Wednesday, March 27, 2013

Being Taught Versus Learning

What is the primary function of a teacher?
Noted systems theorist, Russell Ackoff, states that the primary function of a teacher should be to facilitate learning how to learn and motivating students to do so.

It has been my position for many years that students should first be taught how to learn before they are taught any subject. Being taught how to learn improves the efficiency and efficacy of the future learning experience.

My book is, among other things, about teaching the reader how to learn the methods taught by activities associated with preparing a person to survive a violent encounter. It empowers the student and challenges the teachers to be better teachers. It encourages the student to manager their own learning experience if not become their own teachers.

Ackoff has an interesting method of facilitating learning. He suggests that teaching is a very good way to learn a subject. That teaching others encourages and enables students to learn on their own and consolidate what they have learned. This, he suggests, is common knowledge especially among those who have taught a subject that they themselves have not been taught.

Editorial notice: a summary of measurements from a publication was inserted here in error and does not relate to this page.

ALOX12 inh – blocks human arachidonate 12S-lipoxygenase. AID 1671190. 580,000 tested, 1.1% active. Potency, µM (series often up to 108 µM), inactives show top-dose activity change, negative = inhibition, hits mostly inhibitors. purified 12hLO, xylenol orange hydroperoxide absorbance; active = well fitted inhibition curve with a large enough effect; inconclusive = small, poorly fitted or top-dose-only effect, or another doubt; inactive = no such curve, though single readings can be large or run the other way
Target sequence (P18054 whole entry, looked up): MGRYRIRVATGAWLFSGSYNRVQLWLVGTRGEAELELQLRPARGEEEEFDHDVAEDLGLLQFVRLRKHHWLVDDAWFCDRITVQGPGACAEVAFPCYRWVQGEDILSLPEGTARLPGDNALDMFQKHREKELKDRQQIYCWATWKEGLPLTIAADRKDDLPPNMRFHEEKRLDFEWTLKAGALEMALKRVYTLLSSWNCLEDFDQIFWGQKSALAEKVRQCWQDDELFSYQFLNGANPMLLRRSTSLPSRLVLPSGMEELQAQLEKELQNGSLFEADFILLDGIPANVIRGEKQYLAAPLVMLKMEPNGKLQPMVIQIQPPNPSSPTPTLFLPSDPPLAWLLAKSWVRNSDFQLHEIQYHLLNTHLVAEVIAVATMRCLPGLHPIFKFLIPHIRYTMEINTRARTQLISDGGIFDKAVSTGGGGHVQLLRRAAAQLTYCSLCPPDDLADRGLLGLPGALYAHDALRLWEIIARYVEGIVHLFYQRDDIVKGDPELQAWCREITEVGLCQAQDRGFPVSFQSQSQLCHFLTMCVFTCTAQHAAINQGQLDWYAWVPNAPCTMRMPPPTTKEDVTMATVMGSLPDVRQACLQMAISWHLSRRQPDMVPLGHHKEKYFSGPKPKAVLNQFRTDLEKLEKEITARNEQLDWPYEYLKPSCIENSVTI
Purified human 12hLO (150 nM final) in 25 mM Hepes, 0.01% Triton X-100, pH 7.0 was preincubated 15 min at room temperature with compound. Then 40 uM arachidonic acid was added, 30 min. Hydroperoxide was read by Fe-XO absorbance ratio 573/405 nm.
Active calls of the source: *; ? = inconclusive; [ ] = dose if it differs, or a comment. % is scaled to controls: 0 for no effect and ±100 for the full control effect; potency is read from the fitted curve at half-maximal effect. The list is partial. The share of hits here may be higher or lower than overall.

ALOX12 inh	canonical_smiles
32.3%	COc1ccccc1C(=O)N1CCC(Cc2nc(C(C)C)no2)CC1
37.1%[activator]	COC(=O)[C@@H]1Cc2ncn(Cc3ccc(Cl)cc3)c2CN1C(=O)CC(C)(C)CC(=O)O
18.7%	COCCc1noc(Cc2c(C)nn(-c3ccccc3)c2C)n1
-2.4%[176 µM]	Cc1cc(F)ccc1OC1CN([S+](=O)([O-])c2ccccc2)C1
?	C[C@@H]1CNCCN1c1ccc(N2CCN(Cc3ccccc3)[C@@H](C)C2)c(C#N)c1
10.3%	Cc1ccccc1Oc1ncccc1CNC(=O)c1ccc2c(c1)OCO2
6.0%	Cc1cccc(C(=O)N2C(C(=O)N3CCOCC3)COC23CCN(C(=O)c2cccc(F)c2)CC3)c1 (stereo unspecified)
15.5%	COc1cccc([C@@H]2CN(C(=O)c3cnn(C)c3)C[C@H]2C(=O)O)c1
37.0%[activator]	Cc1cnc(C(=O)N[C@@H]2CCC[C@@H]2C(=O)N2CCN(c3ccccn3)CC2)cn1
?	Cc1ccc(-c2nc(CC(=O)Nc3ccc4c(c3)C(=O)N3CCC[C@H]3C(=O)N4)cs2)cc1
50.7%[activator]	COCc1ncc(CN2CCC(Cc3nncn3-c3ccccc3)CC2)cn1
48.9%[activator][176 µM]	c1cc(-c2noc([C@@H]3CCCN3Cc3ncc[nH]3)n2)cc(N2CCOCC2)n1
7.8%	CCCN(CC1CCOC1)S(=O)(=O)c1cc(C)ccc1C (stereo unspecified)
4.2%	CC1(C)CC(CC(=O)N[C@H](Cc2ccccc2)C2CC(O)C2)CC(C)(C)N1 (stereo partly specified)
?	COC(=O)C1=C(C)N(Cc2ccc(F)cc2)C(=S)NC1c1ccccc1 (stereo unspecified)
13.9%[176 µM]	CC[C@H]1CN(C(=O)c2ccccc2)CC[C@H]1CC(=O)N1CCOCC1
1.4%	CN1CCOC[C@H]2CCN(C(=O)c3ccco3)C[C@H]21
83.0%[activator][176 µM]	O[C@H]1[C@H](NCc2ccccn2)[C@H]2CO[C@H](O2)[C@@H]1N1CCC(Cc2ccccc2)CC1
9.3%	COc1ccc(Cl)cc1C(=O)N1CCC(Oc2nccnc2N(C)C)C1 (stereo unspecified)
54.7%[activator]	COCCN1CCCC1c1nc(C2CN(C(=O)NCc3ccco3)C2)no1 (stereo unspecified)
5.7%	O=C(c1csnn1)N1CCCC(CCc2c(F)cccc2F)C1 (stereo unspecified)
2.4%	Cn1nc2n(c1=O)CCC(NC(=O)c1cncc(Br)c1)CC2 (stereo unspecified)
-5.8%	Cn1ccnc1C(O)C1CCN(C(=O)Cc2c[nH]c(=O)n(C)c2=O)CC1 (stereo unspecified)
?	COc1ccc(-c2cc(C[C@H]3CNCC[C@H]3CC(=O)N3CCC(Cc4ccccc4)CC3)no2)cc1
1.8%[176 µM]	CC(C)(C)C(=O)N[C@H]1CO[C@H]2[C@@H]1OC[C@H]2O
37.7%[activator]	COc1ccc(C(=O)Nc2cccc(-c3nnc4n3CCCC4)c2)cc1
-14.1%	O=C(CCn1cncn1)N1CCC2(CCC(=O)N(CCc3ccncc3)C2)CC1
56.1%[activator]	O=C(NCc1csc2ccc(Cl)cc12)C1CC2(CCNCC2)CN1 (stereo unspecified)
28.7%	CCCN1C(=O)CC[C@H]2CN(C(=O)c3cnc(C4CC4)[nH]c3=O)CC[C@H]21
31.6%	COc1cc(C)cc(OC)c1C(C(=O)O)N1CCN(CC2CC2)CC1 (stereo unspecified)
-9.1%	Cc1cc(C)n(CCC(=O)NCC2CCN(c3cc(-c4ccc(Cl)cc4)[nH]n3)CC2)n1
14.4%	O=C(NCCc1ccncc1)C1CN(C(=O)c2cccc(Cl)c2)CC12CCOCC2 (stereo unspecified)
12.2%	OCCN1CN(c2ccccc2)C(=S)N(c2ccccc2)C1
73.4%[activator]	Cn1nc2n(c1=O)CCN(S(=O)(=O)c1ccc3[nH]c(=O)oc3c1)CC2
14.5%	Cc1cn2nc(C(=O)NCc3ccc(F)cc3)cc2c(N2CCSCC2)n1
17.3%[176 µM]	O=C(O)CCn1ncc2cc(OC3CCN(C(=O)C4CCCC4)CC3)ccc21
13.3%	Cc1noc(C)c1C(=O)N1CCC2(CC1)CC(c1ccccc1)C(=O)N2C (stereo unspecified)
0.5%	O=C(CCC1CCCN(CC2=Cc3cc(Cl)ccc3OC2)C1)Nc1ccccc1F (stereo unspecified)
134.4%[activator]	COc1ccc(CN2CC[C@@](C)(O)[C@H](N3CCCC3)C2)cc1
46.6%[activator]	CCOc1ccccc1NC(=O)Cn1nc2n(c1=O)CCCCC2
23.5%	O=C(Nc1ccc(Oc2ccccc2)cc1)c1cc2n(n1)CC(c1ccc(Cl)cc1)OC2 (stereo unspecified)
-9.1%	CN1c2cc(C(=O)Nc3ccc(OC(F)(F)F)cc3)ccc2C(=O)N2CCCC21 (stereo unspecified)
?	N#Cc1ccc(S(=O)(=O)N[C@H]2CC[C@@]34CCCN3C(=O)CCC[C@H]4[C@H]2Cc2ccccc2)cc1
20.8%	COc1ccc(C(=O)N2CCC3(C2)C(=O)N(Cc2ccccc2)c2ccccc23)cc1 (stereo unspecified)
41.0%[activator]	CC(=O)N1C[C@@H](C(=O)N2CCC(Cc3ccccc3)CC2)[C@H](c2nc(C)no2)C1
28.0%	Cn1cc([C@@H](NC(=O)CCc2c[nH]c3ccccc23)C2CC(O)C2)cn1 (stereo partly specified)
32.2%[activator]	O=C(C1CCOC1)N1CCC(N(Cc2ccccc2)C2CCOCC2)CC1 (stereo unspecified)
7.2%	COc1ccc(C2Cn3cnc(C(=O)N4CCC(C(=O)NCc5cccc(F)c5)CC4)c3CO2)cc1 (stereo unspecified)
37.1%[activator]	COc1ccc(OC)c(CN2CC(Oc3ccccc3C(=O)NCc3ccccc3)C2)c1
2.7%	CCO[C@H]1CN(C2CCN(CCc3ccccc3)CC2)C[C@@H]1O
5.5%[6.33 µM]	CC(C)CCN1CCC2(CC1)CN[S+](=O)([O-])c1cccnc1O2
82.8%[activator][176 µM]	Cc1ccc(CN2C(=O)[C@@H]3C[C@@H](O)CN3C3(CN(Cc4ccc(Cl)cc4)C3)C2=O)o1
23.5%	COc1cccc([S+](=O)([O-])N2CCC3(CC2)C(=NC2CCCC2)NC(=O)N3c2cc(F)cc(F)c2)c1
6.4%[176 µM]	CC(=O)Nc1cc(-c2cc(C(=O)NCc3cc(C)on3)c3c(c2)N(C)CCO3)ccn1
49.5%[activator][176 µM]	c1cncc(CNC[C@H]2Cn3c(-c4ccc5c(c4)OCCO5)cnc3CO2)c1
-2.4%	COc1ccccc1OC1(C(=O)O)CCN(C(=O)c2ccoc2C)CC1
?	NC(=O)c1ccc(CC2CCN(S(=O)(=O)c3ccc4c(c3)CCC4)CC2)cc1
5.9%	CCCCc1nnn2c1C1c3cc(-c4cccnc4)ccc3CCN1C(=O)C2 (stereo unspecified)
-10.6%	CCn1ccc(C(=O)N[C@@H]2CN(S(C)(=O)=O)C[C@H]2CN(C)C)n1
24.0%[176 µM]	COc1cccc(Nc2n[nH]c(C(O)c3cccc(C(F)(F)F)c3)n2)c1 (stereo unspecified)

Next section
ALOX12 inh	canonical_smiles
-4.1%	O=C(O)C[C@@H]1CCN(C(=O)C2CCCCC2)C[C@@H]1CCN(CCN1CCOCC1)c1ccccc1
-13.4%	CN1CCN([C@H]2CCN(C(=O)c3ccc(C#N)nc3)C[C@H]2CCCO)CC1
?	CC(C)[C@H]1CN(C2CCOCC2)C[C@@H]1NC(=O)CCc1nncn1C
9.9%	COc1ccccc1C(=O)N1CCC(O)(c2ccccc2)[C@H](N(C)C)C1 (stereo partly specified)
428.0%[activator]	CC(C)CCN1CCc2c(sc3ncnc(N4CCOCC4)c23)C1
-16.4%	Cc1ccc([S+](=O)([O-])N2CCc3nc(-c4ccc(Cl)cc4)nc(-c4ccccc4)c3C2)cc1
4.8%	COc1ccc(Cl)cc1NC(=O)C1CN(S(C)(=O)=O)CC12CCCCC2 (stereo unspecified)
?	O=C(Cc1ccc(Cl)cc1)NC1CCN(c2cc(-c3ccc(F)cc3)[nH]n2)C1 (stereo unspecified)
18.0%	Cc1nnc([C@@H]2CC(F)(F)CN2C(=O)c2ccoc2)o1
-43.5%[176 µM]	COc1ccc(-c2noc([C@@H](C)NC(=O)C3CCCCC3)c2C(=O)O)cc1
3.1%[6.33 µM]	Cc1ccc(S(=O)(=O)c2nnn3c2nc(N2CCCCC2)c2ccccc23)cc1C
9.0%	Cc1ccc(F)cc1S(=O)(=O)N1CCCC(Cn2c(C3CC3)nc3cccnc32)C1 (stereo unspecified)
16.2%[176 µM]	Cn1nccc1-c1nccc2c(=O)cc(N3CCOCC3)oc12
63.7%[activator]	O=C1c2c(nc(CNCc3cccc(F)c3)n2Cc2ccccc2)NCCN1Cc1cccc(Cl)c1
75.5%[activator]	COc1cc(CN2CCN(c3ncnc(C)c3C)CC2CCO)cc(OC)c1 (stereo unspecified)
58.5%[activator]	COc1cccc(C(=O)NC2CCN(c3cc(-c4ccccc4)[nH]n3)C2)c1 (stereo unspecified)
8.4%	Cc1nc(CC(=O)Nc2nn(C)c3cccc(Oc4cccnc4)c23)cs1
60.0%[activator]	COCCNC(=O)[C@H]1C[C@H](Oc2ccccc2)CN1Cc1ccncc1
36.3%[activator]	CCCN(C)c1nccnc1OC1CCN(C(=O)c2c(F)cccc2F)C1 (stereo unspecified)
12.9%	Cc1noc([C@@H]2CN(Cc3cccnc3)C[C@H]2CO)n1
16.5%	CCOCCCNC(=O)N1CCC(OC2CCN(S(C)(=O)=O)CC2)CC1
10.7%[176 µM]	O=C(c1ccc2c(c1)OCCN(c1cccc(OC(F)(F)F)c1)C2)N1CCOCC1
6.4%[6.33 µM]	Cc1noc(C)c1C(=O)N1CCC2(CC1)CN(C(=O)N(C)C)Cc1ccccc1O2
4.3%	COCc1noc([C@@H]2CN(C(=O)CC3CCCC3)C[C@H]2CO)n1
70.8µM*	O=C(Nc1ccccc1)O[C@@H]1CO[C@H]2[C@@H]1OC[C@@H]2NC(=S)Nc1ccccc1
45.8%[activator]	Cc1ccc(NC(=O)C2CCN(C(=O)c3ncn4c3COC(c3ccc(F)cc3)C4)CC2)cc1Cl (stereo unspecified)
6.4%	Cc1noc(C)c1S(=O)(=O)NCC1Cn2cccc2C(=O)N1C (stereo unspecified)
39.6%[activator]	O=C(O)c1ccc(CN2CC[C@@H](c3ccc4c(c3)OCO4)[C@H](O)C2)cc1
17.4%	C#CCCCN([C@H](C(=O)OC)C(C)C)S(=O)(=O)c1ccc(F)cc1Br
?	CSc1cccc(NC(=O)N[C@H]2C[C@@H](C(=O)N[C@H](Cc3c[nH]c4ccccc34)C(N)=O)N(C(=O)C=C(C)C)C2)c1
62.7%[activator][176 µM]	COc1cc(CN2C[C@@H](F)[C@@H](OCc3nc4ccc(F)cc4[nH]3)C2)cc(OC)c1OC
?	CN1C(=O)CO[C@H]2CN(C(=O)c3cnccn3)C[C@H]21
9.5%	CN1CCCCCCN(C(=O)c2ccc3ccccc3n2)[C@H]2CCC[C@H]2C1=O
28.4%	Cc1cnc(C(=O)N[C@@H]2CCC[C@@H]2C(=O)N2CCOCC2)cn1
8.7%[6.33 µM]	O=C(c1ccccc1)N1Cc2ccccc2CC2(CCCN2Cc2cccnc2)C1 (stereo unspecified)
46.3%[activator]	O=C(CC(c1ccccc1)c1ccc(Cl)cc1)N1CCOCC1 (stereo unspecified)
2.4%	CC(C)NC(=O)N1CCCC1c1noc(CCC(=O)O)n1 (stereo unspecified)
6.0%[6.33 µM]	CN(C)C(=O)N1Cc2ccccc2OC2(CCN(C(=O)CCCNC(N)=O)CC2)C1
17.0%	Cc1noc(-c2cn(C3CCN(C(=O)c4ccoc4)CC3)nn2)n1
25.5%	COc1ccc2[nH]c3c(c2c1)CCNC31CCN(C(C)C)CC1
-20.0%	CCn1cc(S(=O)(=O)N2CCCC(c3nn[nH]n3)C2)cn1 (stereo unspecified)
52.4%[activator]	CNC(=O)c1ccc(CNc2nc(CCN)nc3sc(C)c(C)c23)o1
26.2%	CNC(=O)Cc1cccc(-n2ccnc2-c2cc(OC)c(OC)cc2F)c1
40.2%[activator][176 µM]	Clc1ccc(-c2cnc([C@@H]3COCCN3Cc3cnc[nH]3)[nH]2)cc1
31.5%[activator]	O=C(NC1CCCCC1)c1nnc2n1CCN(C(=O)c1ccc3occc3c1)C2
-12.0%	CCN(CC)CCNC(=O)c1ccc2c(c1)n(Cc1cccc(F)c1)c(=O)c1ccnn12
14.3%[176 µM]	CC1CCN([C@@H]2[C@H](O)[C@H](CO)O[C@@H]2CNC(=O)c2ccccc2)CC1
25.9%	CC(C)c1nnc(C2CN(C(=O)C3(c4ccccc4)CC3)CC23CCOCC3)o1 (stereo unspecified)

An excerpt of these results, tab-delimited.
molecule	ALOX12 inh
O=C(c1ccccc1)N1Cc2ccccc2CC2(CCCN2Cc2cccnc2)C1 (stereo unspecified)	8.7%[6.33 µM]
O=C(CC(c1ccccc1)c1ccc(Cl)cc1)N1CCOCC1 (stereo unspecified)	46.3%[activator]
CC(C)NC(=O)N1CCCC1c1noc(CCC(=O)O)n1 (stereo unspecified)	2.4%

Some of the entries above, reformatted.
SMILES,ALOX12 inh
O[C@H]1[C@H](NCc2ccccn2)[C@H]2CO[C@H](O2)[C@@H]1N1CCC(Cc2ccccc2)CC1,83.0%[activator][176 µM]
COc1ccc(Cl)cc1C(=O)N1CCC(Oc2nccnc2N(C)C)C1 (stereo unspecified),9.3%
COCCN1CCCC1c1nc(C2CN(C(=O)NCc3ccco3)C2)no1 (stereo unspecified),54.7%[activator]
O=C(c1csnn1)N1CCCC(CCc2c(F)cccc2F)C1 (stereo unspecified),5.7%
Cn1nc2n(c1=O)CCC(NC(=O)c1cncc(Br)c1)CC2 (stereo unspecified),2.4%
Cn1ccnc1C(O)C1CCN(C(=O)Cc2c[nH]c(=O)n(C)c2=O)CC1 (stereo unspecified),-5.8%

I can personally vouch for the fact that my learning and the consolidation of what I learnt in the martial arts has come from teaching. I vividly remember the night when I showed understanding rather than knowledge when I taught a technique differently than my instructors with insights I'd personally gained.

Ackoff recommends that all students should be given the opportunity to teach others. So, Instructors, this is an innovate approach to teaching your students. Get your students to teach your students. Ackoff refers to an innovative teacher in the US who did just that with primary school children with considerable success. Students in the second grade taught those in the first grade, and students in the third grade taught those in the second.

I would qualify Ackoff's statement about teaching being a very good way to learn a subject. Teaching a large class is less effective in this regard than teaching a small class or teaching one-on-one. This understanding comes from personal experience teaching many people via private lessons. Each individual is different and you have to modify your teaching to suit their individual capabilities. This truly challenges your understanding of the subject and your ability to adapt what you'd been taught to suit the individual.

Food for thought.

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